Knowledge has accumulated of the NF-κB activation mechanisms that eventually lead to osteoclast formation and, when induced by factors such as TNF and PMMA particles, exacerbate osteoclastogenesis and inflammatory responses. Several approaches that exploit this knowledge have been designed to perturb this pathway and hence alleviate the deleterious effects of inflammatory osteolysis. A number of approaches to osteoclast-based therapy may be considered. The first involves targeting osteoclast precursor cells, which are recruited to inflammatory sites by circulating cytokines. The second entails targeting precursors that are stimulated by the particle-mediated cellular response to differentiate and form bone resorbing osteoclasts. The third approach involves targeting activation mechanisms of mature osteoclasts.
There are various approaches to inhibiting differentiation of precursor cells to osteoclasts. First and foremost, direct inhibition of osteoclast differentiation may be achieved by application of RANKL decoy molecules such as OPG and the soluble fusion protein RANK-Fc [52,59]. Indeed, studies in animal models and in vitro osteoclast cultures have identified significant inhibition of osteoclastogenesis and reduced hallmarks of osteolysis [16,52]. Other approaches target key intracellular signal transduction pathways that are essential for osteoclast differentiation and inflammatory exacerbation of this process. The transcription factor NF-κB is at the center of this process, and is essential for both inflammatory and osteolytic responses; inhibition of NF-κB hinges on disrupting its translocation to the nuclei, as noted above. Transduction of a dominant-negative form of the NF-κB inhibitory protein, IκB, which retains NF-κB in the cytoplasm, was indeed sufficient to block osteoclast formation and activity [39,55,60]. Another viable approach is to block activation of the upstream IKK complex, which is responsible for phosphorylation of IκB and subsequent activation of NF-κB. This was possible by introducing a small peptide that perturbs assembly of the IKK complex and attenuates activation of NF-κB . More importantly, administration of the dominant-negative IκB protein or the IKK inhibitory small peptide to arthritic mice significantly was found to block bone erosion associated with inflammatory arthritis and particle-induced osteolysis of calvaria in mice (for review ). Because NF-κB is central to most host immune and inflammatory responses and induces expression of a large number of genes encoding proteins that are associated with bone pathology, efforts have been directed toward identifying specific NF-κB-mediated genes and their products. Steps in this direction should lead to the design of a future generation of selective inhibitors that might be effective in alleviating inflammatory bone loss.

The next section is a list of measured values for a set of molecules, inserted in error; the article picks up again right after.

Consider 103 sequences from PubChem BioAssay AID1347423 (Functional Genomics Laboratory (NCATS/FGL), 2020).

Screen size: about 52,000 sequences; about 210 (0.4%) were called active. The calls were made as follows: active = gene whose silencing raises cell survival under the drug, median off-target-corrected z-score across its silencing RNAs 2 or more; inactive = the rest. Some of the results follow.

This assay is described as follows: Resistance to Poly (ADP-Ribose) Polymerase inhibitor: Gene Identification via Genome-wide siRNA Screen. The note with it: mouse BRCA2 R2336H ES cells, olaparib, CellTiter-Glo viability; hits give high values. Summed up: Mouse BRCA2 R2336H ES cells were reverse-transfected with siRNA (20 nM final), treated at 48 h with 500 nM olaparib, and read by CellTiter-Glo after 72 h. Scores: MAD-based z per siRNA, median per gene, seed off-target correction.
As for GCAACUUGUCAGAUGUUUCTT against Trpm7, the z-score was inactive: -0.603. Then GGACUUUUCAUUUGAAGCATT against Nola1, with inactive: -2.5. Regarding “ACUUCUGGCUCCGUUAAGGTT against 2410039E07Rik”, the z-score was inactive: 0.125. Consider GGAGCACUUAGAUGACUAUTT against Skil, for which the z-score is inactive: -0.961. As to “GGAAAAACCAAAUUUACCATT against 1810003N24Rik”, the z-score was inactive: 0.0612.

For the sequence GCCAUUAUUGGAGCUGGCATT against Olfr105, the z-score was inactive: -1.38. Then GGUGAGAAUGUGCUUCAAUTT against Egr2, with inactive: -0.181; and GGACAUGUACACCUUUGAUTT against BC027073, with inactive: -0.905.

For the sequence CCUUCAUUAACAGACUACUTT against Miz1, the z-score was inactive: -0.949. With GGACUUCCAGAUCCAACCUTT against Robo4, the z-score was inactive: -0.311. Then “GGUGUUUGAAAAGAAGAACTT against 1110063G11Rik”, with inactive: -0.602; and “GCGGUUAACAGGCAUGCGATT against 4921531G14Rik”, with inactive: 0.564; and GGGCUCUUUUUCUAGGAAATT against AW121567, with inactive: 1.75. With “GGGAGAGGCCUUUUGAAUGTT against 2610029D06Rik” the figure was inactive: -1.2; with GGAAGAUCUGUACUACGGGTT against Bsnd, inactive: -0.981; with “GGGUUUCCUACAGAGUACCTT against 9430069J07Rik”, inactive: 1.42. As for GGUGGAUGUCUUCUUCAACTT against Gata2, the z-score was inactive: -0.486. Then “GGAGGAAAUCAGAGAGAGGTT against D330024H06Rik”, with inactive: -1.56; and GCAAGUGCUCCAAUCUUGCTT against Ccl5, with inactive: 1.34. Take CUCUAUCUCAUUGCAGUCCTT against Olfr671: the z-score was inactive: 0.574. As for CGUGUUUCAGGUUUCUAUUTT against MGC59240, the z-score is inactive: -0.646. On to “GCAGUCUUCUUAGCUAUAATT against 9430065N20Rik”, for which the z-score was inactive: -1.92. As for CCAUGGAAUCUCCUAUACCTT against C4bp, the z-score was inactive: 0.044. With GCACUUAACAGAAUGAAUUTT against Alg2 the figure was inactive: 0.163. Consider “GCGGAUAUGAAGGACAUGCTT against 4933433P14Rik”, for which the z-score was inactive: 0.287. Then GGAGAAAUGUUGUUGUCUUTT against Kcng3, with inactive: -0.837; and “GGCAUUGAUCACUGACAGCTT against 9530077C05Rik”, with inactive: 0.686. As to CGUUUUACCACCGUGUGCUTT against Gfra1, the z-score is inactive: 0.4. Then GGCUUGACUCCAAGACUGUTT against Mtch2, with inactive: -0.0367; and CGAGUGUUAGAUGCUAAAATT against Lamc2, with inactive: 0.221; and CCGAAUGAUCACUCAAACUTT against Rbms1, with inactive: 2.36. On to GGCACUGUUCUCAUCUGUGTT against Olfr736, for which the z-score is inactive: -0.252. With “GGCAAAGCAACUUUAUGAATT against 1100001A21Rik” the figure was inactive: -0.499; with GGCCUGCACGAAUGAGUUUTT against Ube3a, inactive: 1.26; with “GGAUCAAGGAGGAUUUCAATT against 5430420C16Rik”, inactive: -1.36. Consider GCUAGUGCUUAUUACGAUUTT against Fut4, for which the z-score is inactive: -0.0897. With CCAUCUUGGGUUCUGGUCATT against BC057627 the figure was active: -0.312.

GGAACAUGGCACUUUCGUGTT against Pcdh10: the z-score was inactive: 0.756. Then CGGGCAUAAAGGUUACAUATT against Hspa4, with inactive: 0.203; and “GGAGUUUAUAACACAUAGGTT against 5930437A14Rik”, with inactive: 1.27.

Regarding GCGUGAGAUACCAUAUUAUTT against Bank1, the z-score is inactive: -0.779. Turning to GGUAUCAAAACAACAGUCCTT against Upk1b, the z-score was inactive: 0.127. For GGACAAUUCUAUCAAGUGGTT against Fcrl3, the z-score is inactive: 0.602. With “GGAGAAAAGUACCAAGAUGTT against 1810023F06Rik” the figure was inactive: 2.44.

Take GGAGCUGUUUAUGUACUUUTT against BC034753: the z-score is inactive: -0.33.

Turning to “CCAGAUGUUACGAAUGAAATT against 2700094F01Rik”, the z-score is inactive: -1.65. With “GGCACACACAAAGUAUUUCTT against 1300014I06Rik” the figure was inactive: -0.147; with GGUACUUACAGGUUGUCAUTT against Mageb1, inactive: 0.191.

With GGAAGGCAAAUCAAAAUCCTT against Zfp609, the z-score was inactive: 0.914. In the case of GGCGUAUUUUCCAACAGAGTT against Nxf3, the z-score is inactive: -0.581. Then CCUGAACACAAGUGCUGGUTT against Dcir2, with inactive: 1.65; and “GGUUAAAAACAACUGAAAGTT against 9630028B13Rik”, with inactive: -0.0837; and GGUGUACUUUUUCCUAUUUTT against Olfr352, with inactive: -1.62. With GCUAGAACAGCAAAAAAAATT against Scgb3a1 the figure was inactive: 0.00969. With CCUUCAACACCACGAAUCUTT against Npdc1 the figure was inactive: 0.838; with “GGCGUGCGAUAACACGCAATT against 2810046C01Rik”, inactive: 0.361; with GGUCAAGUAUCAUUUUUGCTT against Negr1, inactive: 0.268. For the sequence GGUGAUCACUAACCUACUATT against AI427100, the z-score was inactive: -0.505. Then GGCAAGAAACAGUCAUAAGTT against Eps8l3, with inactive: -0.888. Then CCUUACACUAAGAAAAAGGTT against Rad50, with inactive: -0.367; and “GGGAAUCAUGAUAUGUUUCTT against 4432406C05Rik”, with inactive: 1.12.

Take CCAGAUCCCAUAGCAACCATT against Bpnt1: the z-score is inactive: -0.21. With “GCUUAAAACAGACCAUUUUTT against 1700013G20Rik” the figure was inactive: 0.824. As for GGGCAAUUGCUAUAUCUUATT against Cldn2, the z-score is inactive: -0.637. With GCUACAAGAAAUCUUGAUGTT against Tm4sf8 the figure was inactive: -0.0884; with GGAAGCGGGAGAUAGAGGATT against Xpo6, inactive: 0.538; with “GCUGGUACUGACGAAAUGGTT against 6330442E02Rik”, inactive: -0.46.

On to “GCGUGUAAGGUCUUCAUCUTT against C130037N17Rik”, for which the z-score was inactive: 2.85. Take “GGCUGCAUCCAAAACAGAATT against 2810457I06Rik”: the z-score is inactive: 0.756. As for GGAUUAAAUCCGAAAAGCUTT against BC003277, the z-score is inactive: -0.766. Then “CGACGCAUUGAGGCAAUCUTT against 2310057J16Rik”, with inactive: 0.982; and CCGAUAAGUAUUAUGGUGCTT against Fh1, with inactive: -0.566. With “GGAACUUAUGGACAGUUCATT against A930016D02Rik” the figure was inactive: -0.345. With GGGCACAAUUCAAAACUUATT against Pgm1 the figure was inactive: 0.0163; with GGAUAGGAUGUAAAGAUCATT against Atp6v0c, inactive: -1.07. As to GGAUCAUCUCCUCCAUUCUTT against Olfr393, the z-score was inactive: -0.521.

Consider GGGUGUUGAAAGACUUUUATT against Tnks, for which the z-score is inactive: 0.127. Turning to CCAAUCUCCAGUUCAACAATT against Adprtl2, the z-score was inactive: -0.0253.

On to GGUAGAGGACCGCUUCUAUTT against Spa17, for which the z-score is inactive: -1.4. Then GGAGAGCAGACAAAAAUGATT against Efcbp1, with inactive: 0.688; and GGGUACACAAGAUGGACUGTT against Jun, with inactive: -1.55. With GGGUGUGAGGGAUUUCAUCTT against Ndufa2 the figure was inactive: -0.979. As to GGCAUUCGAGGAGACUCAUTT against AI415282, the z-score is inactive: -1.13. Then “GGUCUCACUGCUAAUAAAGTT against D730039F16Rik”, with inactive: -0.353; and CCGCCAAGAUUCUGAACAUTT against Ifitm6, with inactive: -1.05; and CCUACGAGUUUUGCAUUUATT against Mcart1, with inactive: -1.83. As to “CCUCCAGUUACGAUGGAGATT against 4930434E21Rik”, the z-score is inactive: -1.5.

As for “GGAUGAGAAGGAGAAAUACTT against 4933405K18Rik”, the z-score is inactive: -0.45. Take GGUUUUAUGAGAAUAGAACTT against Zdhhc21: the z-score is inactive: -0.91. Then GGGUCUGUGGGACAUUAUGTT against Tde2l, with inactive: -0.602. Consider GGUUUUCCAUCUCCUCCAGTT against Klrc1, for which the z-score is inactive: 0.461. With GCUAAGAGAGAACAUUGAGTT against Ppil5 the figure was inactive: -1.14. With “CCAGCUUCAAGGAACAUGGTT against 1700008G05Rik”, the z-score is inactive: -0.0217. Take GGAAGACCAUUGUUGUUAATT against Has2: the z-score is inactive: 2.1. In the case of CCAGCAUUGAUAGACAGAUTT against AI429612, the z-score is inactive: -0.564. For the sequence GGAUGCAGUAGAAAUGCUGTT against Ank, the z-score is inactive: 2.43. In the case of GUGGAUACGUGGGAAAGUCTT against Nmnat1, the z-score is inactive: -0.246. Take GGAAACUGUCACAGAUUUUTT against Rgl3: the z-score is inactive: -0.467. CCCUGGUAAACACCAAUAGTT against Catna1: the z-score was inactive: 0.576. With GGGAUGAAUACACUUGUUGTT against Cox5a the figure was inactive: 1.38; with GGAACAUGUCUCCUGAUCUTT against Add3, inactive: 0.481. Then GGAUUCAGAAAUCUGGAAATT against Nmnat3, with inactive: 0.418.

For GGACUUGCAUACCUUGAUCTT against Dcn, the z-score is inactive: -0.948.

Several genes have been shown to be critical for osteoclast differentiation. Among these are c-fms, c-fos, RANKL, NF-κB, c-src, and the proton ATPase . Recent studies have revealed that proinflammatory cytokines such as TNF act directly on some of these genes and their products, in particular c-src and NF-κB, to accelerate osteoclast formation and cause a potent osteoclastic response (for review [7,62]). Selective inhibitors of the c-src tyrosine kinase have shown great promise in halting osteoclast activity, and future studies should be directed toward testing the effect of such inhibitors on inflammatory osteolysis [63,64]. Another promising approach involves the use of bisphosphonates . These compounds inhibit osteoclast function and induce their apoptosis. Animal models have been used to study the efficacy of an oral bisphosphonate in inhibiting bone resorption mediated by wear debris [26,66,67]. The findings indicate reduced radiographic periprosthetic radiolucency, although the levels of PGE2 and IL-1 remained elevated in tissue cultures from these implants. These studies have served as the basis for clinical trials using alendronate in patients with radiographically evident osteolytic lesions. In other studies, bone loss around implant caused by intra-articular injection of particles was prevented and treated by alendronate [68-71]. Thus, bisphosphonates may be useful in preventing particle-induced osteolysis around total joint implants.
Inhibiting recruitment of osteoclast precursor and other cells to the inflammatory site entails use of anti-inflammatory approaches to neutralize mediators such as TNF, IL-1, IL-6, and others. It has been proposed that pharmacologic intervention targeted at the macrophage may provide the means to slow the response to wear debris. Indeed, local cytokine inhibition may reduce inflammation in the periprosthetic tissue, and several biologic mediators have been identified as useful for clinical application. In particular, the IL-1 receptor antagonist protein has been reported to reduce inflammation, and the anti-inflammatory cytokine IL-10 appears able to reduce cell mediated reactions in inflammation [28,72]. Using particle-stimulated murine air pouch and calvarial models to evaluate the potential of gene therapy to treat inflammation induced by orthopedic wear debris, recent studies showed that retroviral vectors encoding human IL-1 receptor antagonist, human TNF receptor, and viral IL-10 led to marked decreases in inflammation, decreased pouch fluid accumulation, and reduced macrophage influx [40,48]. In the murine air pouch study, histologic assessments revealed that pouches transduced with viral IL-10 or IL-1 receptor antagonist exhibited a 40% reduction in inflammatory cell infiltration when compared with nonviral controls or LacZ transduced membranes. The calvaria study corroborated these findings by independently demonstrating that gene delivery of viral IL-10 inhibits three processes that are critically involved in periprosthetic osteolysis: proinflammatory cytokine production induced by wear debris, osteoclastogenesis, and osteolysis.